Author Topic: Pirated music: good thing, bad thing or nothing?  (Read 11372 times)

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Offline Cato

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Re: Pirated music: good thing, bad thing or nothing?
« Reply #160 on: July 28, 2015, 06:25:07 AM »
There are performing editions of most plays and musicals that are not in the public domain - I doubt you would need to pay anyone anything to do Shakespeare, unless you ripped off a specific production's staging.  But for all current plays and musicals, you need to rent the edition which includes a licensing fee.  I am most familiar with the Music Theater International, which licenses musicals for regional and commercial theater productions.  There are other similar companies for plays.

Yes, even little grade-school productions offered to the public for free are supposed to pay that licensing fee: I know my current school pays such a fee for its presentations (e.g. Willy Wonka, Seussical the Musical, etc.)
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Offline (poco) Sforzando

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Re: Pirated music: good thing, bad thing or nothing?
« Reply #161 on: July 28, 2015, 06:25:18 AM »
Hamlet is a good example here: there are of course 3 primary sources (1st "bad" Quarto, 2nd Quarto, 1st Folio), and every editor's opinions are different, so any edition by an editor who has been dead for less than 70 years, or any new edition published in the US after 1923, cannot be legally copied.

But editorial work on Shakespeare is much more than deciding whether to choose between "this too too solid flesh" or "this too too sullied flesh." It includes annotations, variants, an introduction, etc. Most texts of Hamlet today silently conflate the 2nd Quarto and 1st Folio, though the Arden publishes these separately and the 1st Quarto as well. For performing purposes, however, a director is free to use whichever text he/she wants, and that generally includes making cuts - since it's rare to see the full text performed on stage.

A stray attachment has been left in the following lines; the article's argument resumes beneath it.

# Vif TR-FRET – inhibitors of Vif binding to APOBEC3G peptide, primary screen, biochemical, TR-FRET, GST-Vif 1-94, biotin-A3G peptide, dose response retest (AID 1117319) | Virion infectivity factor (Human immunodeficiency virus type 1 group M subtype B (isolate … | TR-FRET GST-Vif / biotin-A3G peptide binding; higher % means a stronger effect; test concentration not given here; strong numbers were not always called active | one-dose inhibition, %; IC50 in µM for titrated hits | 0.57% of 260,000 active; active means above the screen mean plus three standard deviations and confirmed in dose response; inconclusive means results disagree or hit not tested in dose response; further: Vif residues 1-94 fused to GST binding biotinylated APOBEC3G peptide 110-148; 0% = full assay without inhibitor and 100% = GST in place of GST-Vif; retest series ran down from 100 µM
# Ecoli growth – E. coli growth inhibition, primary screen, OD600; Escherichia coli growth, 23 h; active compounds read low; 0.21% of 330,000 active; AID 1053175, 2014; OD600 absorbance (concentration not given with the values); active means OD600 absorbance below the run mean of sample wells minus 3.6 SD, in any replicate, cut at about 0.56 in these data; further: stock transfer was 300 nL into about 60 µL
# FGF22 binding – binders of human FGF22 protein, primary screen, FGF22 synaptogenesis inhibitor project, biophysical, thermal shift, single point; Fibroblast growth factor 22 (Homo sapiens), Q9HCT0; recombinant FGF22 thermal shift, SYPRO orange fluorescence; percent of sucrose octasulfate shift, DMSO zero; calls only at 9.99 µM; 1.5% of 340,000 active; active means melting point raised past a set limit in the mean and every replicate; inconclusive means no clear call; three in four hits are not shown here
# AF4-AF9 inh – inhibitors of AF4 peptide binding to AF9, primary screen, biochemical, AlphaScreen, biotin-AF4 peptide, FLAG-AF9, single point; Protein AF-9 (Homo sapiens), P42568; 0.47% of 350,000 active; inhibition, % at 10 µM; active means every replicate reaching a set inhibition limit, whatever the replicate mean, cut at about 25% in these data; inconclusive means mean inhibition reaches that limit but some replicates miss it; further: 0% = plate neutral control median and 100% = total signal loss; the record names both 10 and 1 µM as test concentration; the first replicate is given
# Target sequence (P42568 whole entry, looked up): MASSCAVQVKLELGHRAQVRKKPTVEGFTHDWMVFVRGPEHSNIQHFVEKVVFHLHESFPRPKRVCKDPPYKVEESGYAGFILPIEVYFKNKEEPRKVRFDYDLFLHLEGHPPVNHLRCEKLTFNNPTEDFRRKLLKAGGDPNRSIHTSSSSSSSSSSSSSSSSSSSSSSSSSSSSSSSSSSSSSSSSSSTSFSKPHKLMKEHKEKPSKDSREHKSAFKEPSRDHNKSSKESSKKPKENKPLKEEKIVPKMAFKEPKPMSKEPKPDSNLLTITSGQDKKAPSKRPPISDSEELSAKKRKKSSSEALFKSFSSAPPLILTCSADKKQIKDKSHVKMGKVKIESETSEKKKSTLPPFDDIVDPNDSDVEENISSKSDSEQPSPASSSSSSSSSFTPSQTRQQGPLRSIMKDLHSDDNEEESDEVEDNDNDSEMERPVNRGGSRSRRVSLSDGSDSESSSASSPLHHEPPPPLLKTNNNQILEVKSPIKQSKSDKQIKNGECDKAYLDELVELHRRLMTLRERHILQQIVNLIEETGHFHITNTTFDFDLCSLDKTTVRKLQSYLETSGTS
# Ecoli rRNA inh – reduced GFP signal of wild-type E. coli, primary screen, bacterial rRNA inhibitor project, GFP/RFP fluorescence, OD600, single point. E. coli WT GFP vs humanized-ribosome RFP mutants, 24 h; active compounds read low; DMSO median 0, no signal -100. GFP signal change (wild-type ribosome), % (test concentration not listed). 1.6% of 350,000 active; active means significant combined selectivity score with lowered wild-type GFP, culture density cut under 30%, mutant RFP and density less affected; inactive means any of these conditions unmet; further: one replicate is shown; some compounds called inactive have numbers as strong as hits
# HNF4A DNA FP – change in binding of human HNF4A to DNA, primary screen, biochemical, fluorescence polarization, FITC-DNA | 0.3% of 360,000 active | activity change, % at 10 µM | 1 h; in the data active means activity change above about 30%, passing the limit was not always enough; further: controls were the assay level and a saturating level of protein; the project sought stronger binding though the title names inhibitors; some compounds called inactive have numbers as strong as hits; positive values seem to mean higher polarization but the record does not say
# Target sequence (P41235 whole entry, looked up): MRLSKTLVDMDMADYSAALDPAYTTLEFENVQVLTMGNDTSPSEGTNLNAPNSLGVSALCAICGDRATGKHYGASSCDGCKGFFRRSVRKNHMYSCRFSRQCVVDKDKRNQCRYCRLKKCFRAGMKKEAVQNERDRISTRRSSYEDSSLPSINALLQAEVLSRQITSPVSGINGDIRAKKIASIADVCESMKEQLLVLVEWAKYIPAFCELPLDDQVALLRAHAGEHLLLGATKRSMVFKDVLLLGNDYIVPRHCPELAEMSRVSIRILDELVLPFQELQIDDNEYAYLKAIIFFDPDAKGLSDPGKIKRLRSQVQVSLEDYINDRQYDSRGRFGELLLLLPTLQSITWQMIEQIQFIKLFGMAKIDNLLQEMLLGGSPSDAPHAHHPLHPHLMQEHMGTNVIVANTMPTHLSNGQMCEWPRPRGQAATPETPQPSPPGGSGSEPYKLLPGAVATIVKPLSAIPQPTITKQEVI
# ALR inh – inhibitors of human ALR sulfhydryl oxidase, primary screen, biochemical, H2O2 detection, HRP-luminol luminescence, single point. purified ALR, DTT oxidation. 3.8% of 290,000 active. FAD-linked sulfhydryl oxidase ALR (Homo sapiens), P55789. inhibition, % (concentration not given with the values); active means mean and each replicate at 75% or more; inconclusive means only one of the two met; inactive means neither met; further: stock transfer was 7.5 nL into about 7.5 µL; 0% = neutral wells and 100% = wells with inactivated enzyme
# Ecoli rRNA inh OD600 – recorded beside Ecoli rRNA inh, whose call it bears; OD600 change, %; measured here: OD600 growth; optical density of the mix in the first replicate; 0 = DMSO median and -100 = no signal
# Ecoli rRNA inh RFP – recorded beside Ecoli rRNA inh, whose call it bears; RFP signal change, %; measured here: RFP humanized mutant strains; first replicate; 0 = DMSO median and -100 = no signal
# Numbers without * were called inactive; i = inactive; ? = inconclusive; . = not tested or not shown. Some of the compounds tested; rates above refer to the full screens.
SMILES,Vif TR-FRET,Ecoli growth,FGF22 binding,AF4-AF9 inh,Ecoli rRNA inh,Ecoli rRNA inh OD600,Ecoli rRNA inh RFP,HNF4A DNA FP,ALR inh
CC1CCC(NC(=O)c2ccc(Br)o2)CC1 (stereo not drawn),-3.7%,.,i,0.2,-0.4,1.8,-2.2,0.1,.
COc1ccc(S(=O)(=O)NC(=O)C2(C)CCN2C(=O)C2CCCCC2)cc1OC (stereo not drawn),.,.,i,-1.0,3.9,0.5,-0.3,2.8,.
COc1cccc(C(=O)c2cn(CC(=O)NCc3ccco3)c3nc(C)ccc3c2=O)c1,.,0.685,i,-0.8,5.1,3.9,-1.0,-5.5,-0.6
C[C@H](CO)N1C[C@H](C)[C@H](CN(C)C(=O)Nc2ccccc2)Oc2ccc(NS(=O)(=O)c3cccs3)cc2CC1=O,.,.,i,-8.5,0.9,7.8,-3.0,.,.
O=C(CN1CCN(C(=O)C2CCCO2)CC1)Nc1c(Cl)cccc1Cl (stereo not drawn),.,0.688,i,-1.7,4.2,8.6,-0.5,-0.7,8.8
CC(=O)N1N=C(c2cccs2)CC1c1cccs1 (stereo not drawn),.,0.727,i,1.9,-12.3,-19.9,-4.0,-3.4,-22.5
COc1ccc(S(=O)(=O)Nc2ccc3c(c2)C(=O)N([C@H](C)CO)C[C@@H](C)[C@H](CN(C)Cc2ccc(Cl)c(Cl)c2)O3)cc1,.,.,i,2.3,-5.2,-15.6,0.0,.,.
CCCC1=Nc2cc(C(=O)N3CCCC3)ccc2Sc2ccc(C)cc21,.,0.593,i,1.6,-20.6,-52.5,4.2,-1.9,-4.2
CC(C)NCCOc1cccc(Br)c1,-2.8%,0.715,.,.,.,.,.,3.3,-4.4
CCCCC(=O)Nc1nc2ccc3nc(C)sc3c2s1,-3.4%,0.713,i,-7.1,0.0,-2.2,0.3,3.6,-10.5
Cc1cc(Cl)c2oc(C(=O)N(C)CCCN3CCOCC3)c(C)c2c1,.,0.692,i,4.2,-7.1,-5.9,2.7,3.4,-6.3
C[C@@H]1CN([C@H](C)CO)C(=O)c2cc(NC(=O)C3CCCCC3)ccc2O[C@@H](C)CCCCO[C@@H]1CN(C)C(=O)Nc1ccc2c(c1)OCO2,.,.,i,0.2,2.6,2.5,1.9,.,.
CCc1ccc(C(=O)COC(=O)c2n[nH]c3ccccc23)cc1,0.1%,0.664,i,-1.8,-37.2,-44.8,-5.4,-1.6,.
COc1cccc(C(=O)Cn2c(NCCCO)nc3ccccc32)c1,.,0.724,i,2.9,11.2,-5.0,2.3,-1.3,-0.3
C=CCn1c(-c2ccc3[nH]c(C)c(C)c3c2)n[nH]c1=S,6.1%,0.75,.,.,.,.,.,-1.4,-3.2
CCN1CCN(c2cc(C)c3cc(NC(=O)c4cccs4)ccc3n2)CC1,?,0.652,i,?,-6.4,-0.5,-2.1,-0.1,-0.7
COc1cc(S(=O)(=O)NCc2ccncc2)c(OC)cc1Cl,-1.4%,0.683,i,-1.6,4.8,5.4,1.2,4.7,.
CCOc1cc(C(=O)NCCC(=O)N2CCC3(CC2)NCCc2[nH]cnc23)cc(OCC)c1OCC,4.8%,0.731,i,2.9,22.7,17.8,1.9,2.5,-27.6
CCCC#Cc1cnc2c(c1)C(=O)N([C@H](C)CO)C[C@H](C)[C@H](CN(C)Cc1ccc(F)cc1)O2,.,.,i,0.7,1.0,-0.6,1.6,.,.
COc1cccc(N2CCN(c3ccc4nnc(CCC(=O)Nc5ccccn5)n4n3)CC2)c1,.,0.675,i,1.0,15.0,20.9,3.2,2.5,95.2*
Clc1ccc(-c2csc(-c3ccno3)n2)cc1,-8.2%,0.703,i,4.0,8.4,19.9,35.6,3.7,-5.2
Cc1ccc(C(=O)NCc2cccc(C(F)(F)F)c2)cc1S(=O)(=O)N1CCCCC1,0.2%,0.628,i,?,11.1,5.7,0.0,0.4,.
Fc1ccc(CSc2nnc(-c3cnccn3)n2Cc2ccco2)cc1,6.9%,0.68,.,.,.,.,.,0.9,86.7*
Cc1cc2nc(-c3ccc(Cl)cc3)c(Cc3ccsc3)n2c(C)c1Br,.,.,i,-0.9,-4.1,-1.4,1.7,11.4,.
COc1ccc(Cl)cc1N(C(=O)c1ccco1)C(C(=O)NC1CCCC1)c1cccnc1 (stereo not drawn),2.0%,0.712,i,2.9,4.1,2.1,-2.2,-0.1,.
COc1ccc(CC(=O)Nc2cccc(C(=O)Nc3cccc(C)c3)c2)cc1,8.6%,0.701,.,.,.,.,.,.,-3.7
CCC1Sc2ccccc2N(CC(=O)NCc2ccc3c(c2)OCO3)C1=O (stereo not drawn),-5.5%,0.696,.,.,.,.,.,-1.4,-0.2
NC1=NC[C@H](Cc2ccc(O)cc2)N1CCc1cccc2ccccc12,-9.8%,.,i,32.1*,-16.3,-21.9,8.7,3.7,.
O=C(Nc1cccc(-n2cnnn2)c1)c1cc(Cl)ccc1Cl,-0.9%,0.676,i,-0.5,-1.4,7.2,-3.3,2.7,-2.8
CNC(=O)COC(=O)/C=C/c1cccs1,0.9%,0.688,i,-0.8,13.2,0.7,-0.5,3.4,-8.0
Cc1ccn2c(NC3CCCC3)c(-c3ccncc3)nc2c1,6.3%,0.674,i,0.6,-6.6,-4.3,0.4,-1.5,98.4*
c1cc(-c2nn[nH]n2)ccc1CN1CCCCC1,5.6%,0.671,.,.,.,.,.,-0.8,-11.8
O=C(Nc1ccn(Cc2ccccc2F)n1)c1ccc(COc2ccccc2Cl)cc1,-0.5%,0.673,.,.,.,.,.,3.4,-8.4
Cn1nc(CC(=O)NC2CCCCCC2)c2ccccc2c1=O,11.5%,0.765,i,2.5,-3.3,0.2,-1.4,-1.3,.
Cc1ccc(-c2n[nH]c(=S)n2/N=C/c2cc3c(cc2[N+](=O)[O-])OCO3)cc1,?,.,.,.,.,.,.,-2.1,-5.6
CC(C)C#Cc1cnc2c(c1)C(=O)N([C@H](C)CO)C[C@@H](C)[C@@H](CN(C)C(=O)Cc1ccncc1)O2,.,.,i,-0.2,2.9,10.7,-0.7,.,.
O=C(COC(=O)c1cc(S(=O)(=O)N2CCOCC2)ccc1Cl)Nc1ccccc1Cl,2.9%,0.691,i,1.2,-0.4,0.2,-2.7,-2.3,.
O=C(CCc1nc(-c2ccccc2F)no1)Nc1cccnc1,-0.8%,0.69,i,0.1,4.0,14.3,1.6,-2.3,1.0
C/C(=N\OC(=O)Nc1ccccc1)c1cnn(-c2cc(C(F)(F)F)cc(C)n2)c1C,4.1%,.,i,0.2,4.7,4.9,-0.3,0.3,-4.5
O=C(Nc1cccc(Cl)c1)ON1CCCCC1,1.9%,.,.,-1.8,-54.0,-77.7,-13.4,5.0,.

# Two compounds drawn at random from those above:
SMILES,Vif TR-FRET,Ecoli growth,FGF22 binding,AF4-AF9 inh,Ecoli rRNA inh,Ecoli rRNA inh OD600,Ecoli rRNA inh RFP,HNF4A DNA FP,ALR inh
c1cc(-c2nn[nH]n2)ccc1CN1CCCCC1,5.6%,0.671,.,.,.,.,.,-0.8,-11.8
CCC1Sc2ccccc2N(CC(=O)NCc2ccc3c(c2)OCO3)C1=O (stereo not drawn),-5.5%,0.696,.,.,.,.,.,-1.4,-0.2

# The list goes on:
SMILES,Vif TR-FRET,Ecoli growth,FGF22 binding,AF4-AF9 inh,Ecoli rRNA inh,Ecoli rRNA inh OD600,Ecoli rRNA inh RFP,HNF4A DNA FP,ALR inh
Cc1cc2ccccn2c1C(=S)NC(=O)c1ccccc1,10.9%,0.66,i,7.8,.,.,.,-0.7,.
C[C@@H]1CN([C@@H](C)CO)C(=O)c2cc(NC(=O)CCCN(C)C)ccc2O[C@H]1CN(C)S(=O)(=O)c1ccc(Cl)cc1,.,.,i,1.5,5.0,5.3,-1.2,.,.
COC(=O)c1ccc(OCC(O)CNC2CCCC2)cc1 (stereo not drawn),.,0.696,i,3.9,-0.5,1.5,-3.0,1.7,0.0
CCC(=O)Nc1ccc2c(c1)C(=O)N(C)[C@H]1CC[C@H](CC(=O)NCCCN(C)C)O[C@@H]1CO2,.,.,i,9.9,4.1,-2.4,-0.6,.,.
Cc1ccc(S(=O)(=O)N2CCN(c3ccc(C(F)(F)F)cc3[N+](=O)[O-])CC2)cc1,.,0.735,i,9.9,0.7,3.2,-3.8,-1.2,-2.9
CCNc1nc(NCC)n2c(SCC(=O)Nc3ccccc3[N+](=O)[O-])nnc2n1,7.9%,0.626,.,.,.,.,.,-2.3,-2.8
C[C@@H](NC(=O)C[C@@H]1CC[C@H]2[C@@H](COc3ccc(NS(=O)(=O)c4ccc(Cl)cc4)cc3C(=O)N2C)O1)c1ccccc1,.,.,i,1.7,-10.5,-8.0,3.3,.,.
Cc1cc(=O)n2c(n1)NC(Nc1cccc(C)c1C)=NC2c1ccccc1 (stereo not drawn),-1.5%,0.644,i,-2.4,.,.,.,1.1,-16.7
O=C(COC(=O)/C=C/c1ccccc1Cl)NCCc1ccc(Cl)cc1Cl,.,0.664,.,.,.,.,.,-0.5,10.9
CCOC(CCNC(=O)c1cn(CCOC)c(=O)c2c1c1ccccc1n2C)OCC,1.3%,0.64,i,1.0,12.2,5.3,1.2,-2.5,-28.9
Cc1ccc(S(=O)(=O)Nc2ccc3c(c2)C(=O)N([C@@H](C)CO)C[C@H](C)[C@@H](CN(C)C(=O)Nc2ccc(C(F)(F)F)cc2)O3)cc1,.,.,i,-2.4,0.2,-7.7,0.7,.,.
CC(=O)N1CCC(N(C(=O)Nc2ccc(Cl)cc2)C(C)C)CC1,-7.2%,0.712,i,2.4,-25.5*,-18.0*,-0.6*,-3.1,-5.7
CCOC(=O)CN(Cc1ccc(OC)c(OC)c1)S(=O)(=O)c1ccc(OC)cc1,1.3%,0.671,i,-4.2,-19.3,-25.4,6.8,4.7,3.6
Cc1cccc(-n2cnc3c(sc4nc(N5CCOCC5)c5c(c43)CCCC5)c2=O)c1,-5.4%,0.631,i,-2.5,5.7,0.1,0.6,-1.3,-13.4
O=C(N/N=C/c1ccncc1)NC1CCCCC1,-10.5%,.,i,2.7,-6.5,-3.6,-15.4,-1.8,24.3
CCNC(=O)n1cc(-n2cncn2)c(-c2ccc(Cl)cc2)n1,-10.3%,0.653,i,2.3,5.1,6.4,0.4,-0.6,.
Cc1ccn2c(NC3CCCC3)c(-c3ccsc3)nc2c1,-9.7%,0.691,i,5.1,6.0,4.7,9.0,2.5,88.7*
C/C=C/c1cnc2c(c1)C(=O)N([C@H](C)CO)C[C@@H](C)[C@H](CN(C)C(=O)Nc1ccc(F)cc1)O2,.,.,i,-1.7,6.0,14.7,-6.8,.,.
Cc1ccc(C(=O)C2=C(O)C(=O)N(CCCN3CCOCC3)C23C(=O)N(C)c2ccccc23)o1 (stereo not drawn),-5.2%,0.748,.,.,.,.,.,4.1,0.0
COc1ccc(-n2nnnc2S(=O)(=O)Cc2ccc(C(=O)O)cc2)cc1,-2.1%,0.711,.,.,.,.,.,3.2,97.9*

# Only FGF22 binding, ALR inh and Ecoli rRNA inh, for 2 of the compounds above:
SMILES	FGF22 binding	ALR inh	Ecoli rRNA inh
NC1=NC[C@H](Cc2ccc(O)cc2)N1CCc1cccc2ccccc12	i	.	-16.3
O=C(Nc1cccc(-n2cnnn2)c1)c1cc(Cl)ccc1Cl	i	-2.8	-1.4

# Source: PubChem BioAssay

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Offline San Antone

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Re: Pirated music: good thing, bad thing or nothing?
« Reply #162 on: July 28, 2015, 06:25:27 AM »
I was not talking about current, copyrighted works, for which a royalty is obviously required. I was asking about performing Shakespeare using a copyrighted text. And to the best of my knowledge there is no copyright attached to a staging of any dramatic work.

I doubt it, or every high school in the US would be a violator - which I doubt is the case.  As far as stagings - it is an interesting question.  Choreography, for example, can be under protection, but I do not know about sets, lighting, and other details of a production. 

Offline (poco) Sforzando

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Re: Pirated music: good thing, bad thing or nothing?
« Reply #163 on: July 28, 2015, 06:37:20 AM »
I doubt it, or every high school in the US would be a violator - which I doubt is the case.  As far as stagings - it is an interesting question.  Choreography, for example, can be under protection, but I do not know about sets, lighting, and other details of a production.

If you subscribe to the NY Times:
http://www.nytimes.com/2006/01/29/theater/newsandfeatures/29gree.html?pagewanted=all

And if you don't:
http://www.dramatistsguild.com/media/PDFs/PlaywrightinCourt.pdf
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Offline San Antone

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Offline Madiel

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Re: Pirated music: good thing, bad thing or nothing?
« Reply #165 on: July 29, 2015, 01:41:33 AM »
Is this site legal?

http://imslp.org/wiki/Main_Page


IMSLP do a very good job of emphasising that they focus on what is legal in Canada and do not make any promises about legality elsewhere. They in fact highlight those cases where something that is out of copyright in Canada might still be in copyright in another country.
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